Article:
The New Jersey Supreme Court refused to allow a respondent to
benefit from its refusal to pay arbitration fees in Roach v. BM
Motoring, LLC, 2017 WL 931430 (NJ March 9, 2017).
First, Ms. Jackson filed a demand for arbitration
against a New Jersey car dealership with the AAA. The
parties' arbitration agreement required the dealership to
"advance both party's [sic] filing, service,
administration, arbitrator, hearing or other fees, subject to
reimbursement by decision of the arbitrator."
Nevertheless, the dealership refused to pay any filing fees
or even respond to the claim and the AAA dismissed the case for
non-payment. (Sing it: "Sorry Ms. Jackson, I am for
real...") Another buyer, Ms. Roach, also had her claim
dismissed due to the dealership's failure to comply with the
Ms. Jackson and Ms. Roach then filed a putative class action in
New Jersey state court. The dealership had the nerve to move
for dismissal, due to the arbitration clause. The trial court
granted the dealership's motion, and the high court
The NJ Supreme Court had no patience for the dealership's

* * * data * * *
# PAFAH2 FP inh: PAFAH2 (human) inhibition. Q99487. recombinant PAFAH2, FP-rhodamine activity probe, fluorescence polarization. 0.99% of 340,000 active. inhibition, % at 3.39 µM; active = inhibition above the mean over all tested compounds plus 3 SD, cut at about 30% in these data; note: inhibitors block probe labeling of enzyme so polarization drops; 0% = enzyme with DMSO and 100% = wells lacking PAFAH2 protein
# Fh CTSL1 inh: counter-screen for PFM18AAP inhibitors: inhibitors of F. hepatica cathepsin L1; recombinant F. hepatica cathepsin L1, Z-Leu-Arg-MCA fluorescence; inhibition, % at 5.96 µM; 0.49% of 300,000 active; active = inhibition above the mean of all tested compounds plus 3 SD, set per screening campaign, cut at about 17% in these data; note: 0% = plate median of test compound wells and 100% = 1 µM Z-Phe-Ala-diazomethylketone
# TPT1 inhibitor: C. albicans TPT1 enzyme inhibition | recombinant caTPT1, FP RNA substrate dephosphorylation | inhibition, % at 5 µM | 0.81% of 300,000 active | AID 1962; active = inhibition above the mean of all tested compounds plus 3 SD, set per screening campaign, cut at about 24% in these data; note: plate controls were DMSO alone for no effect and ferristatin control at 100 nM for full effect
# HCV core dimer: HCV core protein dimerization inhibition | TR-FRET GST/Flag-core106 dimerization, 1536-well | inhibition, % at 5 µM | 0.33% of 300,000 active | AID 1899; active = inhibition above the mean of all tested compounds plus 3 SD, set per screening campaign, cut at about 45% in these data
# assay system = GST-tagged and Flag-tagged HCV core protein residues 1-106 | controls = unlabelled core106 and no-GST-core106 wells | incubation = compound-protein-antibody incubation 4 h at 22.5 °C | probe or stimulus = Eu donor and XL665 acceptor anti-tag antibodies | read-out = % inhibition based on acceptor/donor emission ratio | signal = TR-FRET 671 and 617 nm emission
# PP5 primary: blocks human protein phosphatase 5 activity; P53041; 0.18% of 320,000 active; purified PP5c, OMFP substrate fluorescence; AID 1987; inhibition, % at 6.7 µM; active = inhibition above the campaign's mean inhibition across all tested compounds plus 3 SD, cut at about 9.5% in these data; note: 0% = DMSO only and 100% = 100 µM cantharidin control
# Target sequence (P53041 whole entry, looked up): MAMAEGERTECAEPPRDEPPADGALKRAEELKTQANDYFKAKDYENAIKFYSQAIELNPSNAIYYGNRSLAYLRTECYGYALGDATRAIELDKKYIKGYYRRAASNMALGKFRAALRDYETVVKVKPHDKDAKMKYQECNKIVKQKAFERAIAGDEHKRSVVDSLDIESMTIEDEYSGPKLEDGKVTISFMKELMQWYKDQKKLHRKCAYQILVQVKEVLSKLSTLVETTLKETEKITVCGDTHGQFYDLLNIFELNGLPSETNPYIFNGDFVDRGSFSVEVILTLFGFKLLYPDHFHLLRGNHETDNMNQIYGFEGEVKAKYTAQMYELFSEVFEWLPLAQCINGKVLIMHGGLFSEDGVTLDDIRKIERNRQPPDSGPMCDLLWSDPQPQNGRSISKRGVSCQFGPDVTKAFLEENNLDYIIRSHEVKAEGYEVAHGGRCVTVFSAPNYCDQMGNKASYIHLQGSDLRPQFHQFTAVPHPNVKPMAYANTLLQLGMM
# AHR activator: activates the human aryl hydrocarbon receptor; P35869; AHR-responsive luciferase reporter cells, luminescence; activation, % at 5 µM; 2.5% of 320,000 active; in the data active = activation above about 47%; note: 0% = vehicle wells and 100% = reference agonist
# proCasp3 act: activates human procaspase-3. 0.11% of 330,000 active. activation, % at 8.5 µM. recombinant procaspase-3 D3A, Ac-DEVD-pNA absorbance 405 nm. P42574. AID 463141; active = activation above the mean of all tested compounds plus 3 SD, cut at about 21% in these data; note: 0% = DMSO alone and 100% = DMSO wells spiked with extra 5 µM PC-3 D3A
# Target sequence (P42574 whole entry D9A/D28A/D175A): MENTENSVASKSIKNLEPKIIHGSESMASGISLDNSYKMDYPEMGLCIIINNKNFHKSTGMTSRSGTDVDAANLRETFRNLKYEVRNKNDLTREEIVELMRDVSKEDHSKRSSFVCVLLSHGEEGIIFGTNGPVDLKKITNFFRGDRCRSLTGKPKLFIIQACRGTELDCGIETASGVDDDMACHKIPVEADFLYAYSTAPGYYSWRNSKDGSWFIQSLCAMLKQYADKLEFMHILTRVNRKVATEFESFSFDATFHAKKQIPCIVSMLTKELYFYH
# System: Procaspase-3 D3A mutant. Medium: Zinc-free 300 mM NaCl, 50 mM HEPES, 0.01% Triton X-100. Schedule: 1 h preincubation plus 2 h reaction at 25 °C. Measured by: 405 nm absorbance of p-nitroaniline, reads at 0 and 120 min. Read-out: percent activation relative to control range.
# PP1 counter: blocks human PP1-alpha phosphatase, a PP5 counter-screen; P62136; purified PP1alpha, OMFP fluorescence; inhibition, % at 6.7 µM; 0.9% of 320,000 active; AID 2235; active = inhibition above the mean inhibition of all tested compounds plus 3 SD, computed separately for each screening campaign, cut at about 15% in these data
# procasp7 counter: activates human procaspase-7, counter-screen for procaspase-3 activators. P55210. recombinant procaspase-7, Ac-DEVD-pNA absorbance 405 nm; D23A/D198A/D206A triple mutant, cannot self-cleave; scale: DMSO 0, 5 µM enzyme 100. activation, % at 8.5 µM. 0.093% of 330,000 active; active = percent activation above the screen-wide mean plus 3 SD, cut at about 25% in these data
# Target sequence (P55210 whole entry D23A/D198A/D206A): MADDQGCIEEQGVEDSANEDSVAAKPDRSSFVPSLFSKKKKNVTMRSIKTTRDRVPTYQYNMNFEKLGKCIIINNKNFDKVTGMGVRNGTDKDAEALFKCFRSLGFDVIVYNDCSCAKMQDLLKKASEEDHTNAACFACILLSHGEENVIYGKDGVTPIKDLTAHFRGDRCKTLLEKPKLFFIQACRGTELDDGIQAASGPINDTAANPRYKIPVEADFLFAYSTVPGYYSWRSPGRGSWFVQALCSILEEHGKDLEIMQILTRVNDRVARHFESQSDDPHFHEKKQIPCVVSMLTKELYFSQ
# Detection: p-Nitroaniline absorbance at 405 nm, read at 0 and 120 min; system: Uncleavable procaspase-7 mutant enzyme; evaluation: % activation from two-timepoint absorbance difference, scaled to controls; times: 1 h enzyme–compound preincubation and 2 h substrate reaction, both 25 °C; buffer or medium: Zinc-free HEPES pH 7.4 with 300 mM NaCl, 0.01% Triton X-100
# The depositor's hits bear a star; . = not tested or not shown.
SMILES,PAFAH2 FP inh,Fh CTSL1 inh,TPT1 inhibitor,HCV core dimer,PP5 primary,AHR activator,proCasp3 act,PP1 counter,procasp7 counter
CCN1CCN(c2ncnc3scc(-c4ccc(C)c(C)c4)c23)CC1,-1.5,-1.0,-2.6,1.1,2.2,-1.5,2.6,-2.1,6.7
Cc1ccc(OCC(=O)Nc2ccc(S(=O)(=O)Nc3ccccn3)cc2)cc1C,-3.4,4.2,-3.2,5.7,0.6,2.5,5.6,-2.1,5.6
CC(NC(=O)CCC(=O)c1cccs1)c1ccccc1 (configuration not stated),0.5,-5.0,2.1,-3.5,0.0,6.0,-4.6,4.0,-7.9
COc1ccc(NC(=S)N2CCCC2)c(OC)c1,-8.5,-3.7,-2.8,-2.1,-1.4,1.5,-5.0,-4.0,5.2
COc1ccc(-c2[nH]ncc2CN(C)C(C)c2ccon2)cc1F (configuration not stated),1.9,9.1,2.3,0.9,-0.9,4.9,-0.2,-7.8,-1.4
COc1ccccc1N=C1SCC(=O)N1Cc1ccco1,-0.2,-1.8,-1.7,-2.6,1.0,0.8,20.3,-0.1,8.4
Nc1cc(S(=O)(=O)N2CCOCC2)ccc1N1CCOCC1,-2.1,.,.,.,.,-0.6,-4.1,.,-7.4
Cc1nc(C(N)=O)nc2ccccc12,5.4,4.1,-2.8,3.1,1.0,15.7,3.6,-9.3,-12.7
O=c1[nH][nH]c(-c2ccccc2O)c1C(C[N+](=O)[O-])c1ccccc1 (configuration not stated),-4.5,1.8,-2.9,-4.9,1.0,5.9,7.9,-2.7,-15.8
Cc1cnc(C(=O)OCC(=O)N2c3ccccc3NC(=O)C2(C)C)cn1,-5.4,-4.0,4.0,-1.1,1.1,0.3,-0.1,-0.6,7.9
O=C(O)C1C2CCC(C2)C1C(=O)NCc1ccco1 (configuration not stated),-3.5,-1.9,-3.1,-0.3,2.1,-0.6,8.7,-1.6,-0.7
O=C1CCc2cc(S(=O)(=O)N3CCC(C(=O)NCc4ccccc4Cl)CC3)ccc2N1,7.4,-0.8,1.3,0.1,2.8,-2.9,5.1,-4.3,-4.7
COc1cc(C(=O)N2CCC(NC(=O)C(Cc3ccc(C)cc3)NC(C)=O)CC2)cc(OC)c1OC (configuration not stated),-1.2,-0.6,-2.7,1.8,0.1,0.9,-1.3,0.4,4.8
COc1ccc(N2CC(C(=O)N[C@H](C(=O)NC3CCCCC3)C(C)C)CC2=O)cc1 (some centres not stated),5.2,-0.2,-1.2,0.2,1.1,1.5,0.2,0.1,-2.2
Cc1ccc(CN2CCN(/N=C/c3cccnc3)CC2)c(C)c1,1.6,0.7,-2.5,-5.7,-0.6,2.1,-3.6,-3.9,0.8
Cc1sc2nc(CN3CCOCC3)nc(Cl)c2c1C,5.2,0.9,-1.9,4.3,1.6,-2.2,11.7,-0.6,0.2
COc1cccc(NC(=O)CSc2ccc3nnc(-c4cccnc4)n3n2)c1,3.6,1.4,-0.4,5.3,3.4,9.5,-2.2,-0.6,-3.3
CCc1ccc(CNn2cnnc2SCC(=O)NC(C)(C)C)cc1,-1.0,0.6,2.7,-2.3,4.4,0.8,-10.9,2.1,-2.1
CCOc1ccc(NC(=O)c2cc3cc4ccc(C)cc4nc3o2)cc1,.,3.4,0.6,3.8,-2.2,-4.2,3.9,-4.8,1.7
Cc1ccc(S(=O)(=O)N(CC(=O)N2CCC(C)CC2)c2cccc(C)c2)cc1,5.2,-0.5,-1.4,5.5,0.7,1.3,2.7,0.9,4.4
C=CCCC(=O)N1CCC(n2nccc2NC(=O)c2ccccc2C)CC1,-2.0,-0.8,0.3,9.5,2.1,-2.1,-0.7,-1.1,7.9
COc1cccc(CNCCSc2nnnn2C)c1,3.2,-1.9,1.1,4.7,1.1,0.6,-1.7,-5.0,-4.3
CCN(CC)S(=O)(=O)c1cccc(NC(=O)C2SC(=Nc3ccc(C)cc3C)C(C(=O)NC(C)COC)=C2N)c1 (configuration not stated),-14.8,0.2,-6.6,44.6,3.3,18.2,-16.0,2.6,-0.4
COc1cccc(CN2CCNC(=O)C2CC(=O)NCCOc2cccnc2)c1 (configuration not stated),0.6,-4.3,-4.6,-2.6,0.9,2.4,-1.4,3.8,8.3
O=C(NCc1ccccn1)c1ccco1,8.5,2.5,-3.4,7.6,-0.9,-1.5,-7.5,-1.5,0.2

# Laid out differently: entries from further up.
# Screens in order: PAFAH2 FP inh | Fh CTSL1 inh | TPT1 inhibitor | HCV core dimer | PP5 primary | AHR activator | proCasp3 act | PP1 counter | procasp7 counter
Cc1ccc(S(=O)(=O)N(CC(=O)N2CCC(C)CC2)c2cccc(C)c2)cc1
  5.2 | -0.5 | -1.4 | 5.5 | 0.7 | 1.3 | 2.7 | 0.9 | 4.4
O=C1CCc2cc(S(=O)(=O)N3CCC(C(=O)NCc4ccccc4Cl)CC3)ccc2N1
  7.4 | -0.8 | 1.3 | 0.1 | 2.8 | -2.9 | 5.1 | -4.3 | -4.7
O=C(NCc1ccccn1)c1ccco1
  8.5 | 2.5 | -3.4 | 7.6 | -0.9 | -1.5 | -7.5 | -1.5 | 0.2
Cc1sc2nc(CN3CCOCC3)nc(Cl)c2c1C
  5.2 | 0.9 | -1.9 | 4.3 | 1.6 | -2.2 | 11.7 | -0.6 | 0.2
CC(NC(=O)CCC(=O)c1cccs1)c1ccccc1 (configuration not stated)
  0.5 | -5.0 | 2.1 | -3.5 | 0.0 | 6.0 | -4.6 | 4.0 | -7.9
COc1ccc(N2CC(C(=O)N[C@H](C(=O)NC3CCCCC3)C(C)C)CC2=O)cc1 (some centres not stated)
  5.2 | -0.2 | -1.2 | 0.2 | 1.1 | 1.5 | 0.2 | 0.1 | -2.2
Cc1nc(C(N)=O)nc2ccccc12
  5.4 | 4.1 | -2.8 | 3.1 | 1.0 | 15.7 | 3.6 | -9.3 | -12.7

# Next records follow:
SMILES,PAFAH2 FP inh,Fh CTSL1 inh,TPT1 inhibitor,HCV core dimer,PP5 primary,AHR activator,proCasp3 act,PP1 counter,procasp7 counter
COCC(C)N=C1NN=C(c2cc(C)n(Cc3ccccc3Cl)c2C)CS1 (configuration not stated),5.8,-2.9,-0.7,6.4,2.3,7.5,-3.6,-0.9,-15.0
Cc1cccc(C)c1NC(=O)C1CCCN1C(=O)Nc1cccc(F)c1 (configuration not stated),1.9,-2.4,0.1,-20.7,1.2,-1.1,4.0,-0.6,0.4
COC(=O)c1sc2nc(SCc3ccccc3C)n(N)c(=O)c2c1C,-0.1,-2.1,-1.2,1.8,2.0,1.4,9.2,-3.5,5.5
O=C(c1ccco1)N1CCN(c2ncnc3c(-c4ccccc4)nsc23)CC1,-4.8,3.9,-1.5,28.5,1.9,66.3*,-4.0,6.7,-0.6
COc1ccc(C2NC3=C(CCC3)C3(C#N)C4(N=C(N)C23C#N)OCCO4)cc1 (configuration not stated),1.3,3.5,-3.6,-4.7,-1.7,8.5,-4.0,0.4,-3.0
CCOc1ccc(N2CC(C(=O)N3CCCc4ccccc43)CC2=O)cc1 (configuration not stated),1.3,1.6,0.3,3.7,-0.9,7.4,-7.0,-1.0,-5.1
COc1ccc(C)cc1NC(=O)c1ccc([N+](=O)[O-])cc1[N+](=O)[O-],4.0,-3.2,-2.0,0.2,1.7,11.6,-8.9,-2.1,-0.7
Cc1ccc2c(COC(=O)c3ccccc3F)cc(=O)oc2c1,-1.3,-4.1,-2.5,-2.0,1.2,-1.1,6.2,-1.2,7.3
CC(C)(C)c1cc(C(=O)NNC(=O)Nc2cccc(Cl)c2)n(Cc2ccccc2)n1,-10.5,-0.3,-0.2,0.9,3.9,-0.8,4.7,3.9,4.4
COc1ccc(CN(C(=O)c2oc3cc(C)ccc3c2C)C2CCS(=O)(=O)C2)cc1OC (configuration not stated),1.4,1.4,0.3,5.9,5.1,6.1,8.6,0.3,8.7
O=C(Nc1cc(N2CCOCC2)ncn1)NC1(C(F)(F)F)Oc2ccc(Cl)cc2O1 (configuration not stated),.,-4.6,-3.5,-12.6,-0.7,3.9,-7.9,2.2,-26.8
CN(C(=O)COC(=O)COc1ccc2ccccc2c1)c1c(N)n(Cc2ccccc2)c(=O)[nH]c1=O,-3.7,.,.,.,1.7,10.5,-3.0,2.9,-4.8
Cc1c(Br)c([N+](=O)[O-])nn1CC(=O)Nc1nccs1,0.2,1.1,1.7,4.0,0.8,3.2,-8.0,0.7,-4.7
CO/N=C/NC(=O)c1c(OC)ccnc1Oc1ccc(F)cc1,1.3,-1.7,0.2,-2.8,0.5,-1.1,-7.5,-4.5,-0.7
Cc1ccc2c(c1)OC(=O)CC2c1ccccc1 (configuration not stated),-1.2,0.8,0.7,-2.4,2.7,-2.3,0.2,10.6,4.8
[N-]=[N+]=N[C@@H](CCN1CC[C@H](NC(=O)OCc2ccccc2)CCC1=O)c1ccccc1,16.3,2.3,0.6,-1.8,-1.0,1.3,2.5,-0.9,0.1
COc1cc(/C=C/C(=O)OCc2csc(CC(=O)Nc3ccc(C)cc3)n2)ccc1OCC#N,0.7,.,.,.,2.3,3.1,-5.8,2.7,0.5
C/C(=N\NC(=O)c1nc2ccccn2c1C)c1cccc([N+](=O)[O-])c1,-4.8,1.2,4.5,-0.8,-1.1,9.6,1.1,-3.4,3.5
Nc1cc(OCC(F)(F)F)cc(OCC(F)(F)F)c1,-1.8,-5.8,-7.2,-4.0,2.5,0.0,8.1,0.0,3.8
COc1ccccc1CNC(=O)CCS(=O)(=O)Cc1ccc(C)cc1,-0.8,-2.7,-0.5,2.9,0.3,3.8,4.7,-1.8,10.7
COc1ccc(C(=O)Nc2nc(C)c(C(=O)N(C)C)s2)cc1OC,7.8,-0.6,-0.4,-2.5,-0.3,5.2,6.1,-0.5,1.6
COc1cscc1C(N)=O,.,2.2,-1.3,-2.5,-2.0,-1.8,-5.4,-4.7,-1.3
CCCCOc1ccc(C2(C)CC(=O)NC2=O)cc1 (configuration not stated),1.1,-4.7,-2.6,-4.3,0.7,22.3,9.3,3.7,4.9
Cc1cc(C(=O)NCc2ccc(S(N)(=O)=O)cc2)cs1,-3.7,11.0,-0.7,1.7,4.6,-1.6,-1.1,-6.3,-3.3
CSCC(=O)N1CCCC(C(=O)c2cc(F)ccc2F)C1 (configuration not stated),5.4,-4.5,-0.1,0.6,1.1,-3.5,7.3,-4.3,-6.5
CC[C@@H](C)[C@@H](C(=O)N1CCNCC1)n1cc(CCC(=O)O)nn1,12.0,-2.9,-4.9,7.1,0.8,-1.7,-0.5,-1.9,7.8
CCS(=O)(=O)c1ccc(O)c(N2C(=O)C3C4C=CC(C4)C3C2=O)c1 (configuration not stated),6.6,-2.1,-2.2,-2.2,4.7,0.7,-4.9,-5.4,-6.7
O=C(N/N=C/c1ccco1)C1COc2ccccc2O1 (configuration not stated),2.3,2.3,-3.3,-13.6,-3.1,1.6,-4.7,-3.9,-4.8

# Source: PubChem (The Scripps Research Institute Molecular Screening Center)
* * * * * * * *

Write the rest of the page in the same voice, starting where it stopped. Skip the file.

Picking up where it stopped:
arguments. It first disposed of the
dealership's argument that the consumers were wrong to take
their arbitration demand to the AAA. The agreement provided
that "arbitration shall be conducted in accordance with the
rules of the" AAA. The court noted that Rule R-2 of the
AAA's Commercial Rules provides that parties who agree to use
the AAA rules also consent to AAA administration, and the
plaintiff's choice of forum is granted deference.
Second, the court found the dealership materially breached the
arbitration agreement by failing to pay AAA fees and respond to the
arbitration demands, and as a result, the dealership could no
longer compel arbitration. Otherwise "the result would
be a 'perverse incentive scheme'–a company could
ignore an arbitration demand, and if the claimant did not abandon
the claim, later compel arbitration." (internal quotes
from a Ninth Circuit decision on the topic).
As long as we're on the subject of state courts, I will
share that Georgia's high court enforced an arbitration
agreement in the context of an allegation of wrongful death at a
nursing home. United Health Services of Georgia, Inc. v.
Norton, 2017 WL 875035 (Ga. March 6, 2017). That's not
the direction that
many state courts have taken recently.
The content of this article is intended to provide a general
guide to the subject matter. Specialist advice should be sought
about your specific circumstances.
To print this article, all you need is to be registered on Mondaq.com.
Click to Login as an existing user or Register so you can print this article.
Register for Access and our Free Biweekly Alert for
This service is completely free. Access 250,000 archived articles from 100+ countries and get a personalised email twice a week covering developments (and yes, our lawyers like to think you’ve read our Disclaimer).